Letters to the Press



  • My Point

    “Challenging logic

  • ‘That the ousted exco came from the same church did not mean that there was a grand design to gobble up Aware.’

    MRS CAROLYN TAN: ‘Mr Kishore Mahbubani yesterday (‘The virtues of secularism’) employed a quantum leap of logic by citing the Aware saga to make his point about the need to separate religion from secularism. His logic is faulty. That the ousted exco came largely from the same church did not mean that there was a grand design by a religious group to venture into the secular domain and gobble up Aware. I do not see exclusive Christian values being championed, but rather individuals trying to uphold mainstream values.’”

    I’ve said this before. Yes, I totally agree with you Mrs. Carolyn Tan! While I disagree with what the pastor of COOS said about how churches need to ensure that our nation does not over-step certain lines, I agree strongly that the AWARE saga was not a grand design by a “religious group”, rather just individuals working together to uphold “mainstream values”.


The Singapore Promise

Have you heard of the Singapore promise?

Mr Wong, the Minister-in charge of population issues, said many immigrants – both past and present – came because they believe they can realise their aspirations and build a good home here. But there is more.

It’s not a direct quotation from him, so I’m not sure if I’m reading WKS right, but there are two flaws with this statement:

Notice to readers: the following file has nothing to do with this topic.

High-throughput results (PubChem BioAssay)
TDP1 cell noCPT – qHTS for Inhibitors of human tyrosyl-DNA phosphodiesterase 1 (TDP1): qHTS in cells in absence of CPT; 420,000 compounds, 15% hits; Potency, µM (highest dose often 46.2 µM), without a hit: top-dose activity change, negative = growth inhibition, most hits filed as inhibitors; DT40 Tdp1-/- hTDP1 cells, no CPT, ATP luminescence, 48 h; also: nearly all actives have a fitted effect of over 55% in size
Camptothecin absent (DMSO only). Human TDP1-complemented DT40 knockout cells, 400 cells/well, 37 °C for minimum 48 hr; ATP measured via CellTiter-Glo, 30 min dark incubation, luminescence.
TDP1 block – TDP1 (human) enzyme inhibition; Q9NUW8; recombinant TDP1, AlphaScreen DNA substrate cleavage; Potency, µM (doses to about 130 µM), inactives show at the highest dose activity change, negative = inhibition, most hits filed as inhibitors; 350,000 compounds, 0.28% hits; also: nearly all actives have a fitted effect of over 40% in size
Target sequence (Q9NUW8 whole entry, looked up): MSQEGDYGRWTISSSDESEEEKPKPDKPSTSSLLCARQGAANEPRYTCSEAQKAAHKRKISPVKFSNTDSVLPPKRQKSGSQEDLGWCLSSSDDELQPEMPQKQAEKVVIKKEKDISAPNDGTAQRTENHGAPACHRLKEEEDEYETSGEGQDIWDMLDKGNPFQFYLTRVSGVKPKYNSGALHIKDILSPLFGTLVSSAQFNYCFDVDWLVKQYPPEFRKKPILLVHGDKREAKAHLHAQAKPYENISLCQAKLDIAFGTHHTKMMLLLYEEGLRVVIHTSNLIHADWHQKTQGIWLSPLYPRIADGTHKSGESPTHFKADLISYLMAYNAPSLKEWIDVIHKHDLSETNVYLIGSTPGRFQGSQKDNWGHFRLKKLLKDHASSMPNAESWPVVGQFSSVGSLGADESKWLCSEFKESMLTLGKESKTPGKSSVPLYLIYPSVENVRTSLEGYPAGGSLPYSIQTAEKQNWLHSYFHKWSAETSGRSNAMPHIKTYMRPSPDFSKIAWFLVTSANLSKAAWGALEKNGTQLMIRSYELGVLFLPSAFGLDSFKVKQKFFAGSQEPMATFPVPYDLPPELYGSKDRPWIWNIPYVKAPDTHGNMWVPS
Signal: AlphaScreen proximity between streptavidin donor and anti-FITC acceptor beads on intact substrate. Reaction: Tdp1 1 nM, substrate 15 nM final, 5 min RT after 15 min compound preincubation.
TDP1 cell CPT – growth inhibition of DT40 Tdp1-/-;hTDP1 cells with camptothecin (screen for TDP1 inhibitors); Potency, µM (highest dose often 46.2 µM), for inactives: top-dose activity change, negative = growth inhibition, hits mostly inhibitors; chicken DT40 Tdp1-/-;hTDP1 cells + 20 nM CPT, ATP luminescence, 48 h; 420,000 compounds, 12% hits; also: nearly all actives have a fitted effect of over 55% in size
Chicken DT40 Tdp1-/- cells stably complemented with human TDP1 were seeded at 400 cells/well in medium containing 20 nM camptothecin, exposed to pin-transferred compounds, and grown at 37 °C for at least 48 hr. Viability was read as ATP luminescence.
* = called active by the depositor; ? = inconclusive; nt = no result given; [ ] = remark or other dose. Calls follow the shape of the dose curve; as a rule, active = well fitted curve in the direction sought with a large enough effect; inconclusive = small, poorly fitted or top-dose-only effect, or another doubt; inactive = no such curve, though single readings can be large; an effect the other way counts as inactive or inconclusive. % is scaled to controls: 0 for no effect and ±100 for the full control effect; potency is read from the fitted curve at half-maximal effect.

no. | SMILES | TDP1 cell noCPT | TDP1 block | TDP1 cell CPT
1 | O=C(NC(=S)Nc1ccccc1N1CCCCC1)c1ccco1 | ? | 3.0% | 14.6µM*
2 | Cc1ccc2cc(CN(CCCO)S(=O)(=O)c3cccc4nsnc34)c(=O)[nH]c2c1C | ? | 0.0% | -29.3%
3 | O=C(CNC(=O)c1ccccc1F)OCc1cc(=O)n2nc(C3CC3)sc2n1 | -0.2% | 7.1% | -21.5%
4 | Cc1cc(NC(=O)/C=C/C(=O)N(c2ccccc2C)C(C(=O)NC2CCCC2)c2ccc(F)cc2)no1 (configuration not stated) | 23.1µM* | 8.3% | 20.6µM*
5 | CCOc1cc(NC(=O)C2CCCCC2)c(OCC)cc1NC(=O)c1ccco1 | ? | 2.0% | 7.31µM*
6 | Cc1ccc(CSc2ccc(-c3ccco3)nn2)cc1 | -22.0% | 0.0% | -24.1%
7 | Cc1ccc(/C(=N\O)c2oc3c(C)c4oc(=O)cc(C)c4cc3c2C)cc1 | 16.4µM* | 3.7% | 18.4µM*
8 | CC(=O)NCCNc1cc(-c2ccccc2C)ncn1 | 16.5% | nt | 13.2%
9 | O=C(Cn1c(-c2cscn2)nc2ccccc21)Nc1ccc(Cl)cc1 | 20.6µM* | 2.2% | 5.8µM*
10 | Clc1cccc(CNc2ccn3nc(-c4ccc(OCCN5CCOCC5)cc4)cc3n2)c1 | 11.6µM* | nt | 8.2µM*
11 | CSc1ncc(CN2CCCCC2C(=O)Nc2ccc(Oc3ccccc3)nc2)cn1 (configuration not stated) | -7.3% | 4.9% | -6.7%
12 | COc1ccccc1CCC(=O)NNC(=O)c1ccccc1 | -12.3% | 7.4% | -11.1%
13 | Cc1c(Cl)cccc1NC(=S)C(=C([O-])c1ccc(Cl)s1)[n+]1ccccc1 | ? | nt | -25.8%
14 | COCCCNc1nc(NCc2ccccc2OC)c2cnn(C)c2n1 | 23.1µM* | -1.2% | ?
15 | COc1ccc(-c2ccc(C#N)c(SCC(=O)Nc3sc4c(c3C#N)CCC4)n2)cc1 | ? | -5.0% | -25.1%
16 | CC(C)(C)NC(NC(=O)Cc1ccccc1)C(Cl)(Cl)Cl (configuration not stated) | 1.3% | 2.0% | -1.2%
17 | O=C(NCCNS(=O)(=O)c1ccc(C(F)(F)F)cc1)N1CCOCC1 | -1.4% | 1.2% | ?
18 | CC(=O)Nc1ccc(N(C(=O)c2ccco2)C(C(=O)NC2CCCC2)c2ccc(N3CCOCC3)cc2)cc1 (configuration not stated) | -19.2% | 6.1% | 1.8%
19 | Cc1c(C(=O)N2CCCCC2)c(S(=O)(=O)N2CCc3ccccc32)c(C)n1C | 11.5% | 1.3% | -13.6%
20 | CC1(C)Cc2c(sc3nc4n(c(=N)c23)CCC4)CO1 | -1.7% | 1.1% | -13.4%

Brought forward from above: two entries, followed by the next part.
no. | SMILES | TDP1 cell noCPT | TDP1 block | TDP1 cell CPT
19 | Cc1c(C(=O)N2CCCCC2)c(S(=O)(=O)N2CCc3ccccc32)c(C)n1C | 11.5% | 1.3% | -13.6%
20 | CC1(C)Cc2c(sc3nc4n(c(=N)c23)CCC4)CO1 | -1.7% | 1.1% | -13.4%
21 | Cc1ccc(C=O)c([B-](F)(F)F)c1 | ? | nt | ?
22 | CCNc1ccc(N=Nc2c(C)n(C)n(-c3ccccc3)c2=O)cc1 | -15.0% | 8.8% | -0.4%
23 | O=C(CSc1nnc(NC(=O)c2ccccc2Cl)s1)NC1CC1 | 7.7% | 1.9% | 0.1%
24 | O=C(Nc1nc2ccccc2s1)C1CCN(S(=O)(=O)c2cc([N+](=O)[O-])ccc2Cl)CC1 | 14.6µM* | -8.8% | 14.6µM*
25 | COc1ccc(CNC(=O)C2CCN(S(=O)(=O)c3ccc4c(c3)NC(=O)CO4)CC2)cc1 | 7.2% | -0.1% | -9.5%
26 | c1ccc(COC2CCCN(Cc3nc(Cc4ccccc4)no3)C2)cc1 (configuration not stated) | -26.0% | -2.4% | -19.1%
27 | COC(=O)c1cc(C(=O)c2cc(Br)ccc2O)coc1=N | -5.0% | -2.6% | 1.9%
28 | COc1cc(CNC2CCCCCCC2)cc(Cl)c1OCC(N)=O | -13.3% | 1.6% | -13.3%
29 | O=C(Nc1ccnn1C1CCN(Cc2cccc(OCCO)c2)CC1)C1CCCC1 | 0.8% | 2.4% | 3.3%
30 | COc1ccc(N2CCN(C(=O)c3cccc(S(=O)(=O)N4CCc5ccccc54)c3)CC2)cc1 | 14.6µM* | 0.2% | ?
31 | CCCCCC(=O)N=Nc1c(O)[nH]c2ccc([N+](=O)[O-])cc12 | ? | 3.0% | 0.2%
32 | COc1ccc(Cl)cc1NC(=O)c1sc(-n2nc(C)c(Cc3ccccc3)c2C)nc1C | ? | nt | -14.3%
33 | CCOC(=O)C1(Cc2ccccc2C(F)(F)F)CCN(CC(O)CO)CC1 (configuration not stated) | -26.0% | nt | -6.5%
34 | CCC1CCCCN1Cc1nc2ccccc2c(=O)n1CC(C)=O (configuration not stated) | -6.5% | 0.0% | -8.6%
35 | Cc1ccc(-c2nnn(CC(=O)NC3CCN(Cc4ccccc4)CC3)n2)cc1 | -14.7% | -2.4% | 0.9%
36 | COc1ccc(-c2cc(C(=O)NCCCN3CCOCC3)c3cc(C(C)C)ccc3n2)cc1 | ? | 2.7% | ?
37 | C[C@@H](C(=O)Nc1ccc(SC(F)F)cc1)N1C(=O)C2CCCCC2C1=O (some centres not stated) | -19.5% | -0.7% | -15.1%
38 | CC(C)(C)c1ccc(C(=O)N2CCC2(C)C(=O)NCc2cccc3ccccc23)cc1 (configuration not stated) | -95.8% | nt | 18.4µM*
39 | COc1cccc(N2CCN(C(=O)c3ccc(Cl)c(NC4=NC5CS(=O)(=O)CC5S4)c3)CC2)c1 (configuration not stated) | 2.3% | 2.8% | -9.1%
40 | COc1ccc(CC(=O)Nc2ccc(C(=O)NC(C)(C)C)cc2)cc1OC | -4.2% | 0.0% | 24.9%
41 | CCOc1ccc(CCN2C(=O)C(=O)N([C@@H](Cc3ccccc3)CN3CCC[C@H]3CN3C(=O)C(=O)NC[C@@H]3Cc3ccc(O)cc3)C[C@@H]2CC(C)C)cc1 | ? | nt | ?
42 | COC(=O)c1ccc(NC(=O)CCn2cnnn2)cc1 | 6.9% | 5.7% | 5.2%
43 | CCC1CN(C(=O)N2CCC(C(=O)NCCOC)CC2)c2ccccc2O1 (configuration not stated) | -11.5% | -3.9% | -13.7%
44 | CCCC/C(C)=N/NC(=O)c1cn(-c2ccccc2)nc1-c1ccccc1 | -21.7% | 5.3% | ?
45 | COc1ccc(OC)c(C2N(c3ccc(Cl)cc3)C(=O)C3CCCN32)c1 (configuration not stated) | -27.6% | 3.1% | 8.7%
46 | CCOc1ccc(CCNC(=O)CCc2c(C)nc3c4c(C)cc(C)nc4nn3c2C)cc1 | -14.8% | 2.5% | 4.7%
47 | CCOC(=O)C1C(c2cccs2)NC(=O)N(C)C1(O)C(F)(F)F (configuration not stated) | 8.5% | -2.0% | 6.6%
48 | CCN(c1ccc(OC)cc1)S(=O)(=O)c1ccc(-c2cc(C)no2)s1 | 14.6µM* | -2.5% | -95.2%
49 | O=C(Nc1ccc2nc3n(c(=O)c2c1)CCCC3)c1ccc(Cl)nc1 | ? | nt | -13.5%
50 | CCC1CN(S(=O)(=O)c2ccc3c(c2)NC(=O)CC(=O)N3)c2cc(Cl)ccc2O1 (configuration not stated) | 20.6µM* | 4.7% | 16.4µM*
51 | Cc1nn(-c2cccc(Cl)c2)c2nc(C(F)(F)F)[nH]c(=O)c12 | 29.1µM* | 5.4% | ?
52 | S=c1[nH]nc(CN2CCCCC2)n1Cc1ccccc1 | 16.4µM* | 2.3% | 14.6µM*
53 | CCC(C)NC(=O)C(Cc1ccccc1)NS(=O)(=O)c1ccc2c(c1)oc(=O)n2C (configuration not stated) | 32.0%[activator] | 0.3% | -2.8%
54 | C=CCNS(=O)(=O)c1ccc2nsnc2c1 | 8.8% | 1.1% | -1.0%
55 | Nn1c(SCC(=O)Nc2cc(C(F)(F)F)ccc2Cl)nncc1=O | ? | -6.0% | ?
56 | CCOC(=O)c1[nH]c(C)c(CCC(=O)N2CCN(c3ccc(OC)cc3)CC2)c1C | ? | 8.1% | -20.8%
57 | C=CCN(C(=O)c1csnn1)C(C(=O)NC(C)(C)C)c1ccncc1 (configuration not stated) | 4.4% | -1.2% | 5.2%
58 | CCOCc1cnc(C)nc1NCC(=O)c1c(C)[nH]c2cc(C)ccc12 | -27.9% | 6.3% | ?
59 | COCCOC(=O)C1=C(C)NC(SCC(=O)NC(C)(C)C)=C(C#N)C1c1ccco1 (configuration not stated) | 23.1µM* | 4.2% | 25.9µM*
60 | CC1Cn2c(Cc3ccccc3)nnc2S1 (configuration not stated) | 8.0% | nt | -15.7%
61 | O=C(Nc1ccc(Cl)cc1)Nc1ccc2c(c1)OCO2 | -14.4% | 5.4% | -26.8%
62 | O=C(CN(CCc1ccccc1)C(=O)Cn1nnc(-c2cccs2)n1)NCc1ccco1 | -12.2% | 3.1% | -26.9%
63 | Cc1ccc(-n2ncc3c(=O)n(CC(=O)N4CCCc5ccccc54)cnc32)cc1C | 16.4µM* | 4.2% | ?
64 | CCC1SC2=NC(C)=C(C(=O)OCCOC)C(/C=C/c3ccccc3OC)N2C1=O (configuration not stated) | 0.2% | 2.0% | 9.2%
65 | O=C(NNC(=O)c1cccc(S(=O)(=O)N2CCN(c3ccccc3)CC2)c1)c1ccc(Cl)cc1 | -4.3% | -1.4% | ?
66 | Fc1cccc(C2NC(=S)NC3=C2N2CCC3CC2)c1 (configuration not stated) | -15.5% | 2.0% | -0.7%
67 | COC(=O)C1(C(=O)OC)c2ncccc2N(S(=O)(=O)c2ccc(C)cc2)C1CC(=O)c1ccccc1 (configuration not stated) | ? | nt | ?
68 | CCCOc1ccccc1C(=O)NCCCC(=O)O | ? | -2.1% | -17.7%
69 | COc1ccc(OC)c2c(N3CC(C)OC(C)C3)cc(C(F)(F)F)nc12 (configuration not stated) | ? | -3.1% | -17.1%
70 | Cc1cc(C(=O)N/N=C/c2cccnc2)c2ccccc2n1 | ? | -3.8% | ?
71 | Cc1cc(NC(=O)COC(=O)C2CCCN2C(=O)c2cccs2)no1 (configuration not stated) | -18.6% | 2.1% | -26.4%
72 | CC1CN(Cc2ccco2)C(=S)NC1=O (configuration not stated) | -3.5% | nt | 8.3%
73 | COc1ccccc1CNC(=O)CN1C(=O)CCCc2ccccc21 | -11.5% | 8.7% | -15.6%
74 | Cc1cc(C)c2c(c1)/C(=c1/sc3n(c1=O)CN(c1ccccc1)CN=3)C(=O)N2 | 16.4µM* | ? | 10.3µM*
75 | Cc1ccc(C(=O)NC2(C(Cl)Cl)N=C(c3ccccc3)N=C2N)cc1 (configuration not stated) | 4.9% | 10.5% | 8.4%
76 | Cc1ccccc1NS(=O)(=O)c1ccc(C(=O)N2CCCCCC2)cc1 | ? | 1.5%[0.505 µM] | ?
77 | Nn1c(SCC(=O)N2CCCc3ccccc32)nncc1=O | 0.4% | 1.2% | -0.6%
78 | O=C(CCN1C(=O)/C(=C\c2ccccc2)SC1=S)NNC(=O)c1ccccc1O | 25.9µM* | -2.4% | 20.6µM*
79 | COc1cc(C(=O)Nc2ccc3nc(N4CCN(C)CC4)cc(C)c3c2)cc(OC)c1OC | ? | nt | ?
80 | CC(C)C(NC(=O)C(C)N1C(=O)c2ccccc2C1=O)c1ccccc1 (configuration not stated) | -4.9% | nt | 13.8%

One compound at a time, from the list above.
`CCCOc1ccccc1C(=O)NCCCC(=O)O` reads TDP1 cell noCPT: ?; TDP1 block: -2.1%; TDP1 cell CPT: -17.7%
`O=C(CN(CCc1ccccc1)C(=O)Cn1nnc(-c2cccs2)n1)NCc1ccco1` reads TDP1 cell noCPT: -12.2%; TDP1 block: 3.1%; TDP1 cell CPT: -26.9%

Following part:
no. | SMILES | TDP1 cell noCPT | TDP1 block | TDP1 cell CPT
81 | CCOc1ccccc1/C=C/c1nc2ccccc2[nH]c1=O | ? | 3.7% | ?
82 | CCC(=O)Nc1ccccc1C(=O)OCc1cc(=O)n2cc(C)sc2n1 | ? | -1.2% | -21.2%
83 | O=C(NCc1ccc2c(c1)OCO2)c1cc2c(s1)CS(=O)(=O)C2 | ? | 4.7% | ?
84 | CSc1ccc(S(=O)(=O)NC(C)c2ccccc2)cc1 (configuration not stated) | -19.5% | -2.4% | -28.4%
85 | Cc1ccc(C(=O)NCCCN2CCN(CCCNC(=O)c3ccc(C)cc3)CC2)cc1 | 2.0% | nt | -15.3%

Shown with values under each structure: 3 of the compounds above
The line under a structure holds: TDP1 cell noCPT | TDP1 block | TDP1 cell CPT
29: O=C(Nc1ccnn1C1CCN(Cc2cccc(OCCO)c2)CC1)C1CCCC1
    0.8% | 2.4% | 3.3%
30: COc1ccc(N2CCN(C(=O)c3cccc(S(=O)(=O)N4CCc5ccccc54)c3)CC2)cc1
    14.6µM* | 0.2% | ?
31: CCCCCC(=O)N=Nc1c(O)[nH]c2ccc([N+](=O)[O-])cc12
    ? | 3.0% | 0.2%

• Immigrants in the past and those in the present cannot simply be discussed as if they were completely the same. Singapore was a different nation then, the immigrants too were different then! Immigrants of the past were not given extra incentives to come over here. Immigrants were not invited here with great promises given to them.
  • Not all immigrants come here to ‘realise their aspirations and build a good home’. I believe the thousands who are living in workers’ quarters and ferried in truckloads to the construction sites each days are not concerned with building a home here.

I have no issue against foreign talent, but I really don’t like this painting of an idealized picture of a ‘global community’ in Singapore where everyone comes here because Singapore can help them realise their aspirations. I really wonder if this image is being portrayed of Singapore in other countries as well.

About two months ago, I was walking along Bukit Timah Road after my tuition to catch a bus and I saw a whole bunch of Filipinos, walking aimlessly because they did not know how to go to Orchard from there. One of them just had a job interview at Serene Centre and was going down to Orchard for another one. He was a restaurant owner back in Philippines. In our conversation, he told me that the economy in Philippines was bad, so he decided to come down here because he had heard about the better prospects here. There was a sense of hope in their eyes, and arguably even a little excitement at the prospect of earning enough here to send his three children back home in Philippines to University.

A few weeks later, there was that article in The Straits Times about how the president of Philippines said that there were 5000 jobs available for them in the IR. It really seems that in Philippines, Singapore is being painted as the land of dreams, the land of abundant prospects.

Let’s be real here and not paint an over idealistic picture for these people coming over.  The government, too, should stop making promises that are not within its power to keep. Singapore is evidently already struggling to cope with its burgeoning population as evident from the workers gathering outside MOM, increased worker fatalities and general dissatisfaction with being squeezed every single place you go to.

I really do hope this ‘Singapore promise’ does not become a catch phrase until it proves itself to be true. Let’s build capacity first and let that promise prove itself to be true for the majority before we actually promote ourselves as such.